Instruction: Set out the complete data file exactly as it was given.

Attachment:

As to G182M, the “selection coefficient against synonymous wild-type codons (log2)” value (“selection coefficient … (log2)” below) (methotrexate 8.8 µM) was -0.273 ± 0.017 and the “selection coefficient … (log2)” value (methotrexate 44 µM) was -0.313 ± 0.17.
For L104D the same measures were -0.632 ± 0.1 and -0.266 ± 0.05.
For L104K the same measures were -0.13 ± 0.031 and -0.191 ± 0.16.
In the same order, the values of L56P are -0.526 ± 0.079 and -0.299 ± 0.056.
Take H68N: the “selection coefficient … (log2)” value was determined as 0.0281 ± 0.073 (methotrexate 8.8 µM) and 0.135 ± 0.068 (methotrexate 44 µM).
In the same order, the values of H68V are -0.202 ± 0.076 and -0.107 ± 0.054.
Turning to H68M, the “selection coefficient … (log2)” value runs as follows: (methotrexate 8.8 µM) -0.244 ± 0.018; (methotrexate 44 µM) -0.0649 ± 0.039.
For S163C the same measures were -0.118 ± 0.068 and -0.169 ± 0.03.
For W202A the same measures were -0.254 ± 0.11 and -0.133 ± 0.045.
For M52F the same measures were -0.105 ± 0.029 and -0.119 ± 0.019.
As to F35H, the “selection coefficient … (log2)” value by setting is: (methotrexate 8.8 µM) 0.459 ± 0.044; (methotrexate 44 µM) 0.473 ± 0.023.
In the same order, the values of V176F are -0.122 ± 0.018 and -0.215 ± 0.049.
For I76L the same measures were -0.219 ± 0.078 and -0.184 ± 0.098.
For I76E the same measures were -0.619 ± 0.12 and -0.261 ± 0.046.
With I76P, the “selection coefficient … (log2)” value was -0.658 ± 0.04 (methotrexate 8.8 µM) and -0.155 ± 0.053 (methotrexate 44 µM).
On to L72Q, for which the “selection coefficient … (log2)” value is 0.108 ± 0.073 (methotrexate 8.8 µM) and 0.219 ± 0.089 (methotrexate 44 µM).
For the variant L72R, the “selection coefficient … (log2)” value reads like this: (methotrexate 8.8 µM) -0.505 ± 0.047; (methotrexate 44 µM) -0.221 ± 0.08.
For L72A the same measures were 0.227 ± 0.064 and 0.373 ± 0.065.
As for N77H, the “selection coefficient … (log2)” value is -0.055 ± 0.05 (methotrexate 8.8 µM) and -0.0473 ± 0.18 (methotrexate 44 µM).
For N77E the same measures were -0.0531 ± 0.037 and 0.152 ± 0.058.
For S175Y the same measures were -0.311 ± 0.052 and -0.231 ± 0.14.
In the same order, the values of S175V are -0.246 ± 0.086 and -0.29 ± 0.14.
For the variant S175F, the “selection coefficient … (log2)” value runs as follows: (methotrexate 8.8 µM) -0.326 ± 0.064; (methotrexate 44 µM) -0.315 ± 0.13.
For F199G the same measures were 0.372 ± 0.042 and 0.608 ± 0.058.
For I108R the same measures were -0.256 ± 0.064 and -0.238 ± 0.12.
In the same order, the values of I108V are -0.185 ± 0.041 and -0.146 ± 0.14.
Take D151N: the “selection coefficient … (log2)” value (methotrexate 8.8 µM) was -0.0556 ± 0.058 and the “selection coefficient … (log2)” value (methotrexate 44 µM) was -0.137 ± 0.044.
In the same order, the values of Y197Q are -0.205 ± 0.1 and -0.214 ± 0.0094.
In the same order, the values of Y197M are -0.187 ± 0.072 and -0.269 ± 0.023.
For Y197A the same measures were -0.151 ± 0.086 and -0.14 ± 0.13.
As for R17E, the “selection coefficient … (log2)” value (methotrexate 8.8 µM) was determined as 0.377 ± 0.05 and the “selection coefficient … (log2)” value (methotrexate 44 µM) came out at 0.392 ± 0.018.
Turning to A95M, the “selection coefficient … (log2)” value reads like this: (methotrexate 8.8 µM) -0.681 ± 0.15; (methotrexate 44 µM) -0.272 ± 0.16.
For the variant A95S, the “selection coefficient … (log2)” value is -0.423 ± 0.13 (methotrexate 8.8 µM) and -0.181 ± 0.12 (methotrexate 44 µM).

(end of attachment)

As to G182M, the “selection coefficient against synonymous wild-type codons (log2)” value (“selection coefficient … (log2)” below) (methotrexate 8.8 µM) was -0.273 ± 0.017 and the “selection coefficient … (log2)” value (methotrexate 44 µM) was -0.313 ± 0.17.
For L104D the same measures were -0.632 ± 0.1 and -0.266 ± 0.05.
For L104K the same measures were -0.13 ± 0.031 and -0.191 ± 0.16.
In the same order, the values of L56P are -0.526 ± 0.079 and -0.299 ± 0.056.
Take H68N: the “selection coefficient … (log2)” value was determined as 0.0281 ± 0.073 (methotrexate 8.8 µM) and 0.135 ± 0.068 (methotrexate 44 µM).
In the same order, the values of H68V are -0.202 ± 0.076 and -0.107 ± 0.054.
Turning to H68M, the “selection coefficient … (log2)” value runs as follows: (methotrexate 8.8 µM) -0.244 ± 0.018; (methotrexate 44 µM) -0.0649 ± 0.039.
For S163C the same measures were -0.118 ± 0.068 and -0.169 ± 0.03.
For W202A the same measures were -0.254 ± 0.11 and -0.133 ± 0.045.
For M52F the same measures were -0.105 ± 0.029 and -0.119 ± 0.019.
As to F35H, the “selection coefficient … (log2)” value by setting is: (methotrexate 8.8 µM) 0.459 ± 0.044; (methotrexate 44 µM) 0.473 ± 0.023.
In the same order, the values of V176F are -0.122 ± 0.018 and -0.215 ± 0.049.
For I76L the same measures were -0.219 ± 0.078 and -0.184 ± 0.098.
For I76E the same measures were -0.619 ± 0.12 and -0.261 ± 0.046.
With I76P, the “selection coefficient … (log2)” value was -0.658 ± 0.04 (methotrexate 8.8 µM) and -0.155 ± 0.053 (methotrexate 44 µM).
On to L72Q, for which the “selection coefficient … (log2)” value is 0.108 ± 0.073 (methotrexate 8.8 µM) and 0.219 ± 0.089 (methotrexate 44 µM).
For the variant L72R, the “selection coefficient … (log2)” value reads like this: (methotrexate 8.8 µM) -0.505 ± 0.047; (methotrexate 44 µM) -0.221 ± 0.08.
For L72A the same measures were 0.227 ± 0.064 and 0.373 ± 0.065.
As for N77H, the “selection coefficient … (log2)” value is -0.055 ± 0.05 (methotrexate 8.8 µM) and -0.0473 ± 0.18 (methotrexate 44 µM).
For N77E the same measures were -0.0531 ± 0.037 and 0.152 ± 0.058.
For S175Y the same measures were -0.311 ± 0.052 and -0.231 ± 0.14.
In the same order, the values of S175V are -0.246 ± 0.086 and -0.29 ± 0.14.
For the variant S175F, the “selection coefficient … (log2)” value runs as follows: (methotrexate 8.8 µM) -0.326 ± 0.064; (methotrexate 44 µM) -0.315 ± 0.13.
For F199G the same measures were 0.372 ± 0.042 and 0.608 ± 0.058.
For I108R the same measures were -0.256 ± 0.064 and -0.238 ± 0.12.
In the same order, the values of I108V are -0.185 ± 0.041 and -0.146 ± 0.14.
Take D151N: the “selection coefficient … (log2)” value (methotrexate 8.8 µM) was -0.0556 ± 0.058 and the “selection coefficient … (log2)” value (methotrexate 44 µM) was -0.137 ± 0.044.
In the same order, the values of Y197Q are -0.205 ± 0.1 and -0.214 ± 0.0094.
In the same order, the values of Y197M are -0.187 ± 0.072 and -0.269 ± 0.023.
For Y197A the same measures were -0.151 ± 0.086 and -0.14 ± 0.13.
As for R17E, the “selection coefficient … (log2)” value (methotrexate 8.8 µM) was determined as 0.377 ± 0.05 and the “selection coefficient … (log2)” value (methotrexate 44 µM) came out at 0.392 ± 0.018.
Turning to A95M, the “selection coefficient … (log2)” value reads like this: (methotrexate 8.8 µM) -0.681 ± 0.15; (methotrexate 44 µM) -0.272 ± 0.16.
For the variant A95S, the “selection coefficient … (log2)” value is -0.423 ± 0.13 (methotrexate 8.8 µM) and -0.181 ± 0.12 (methotrexate 44 µM).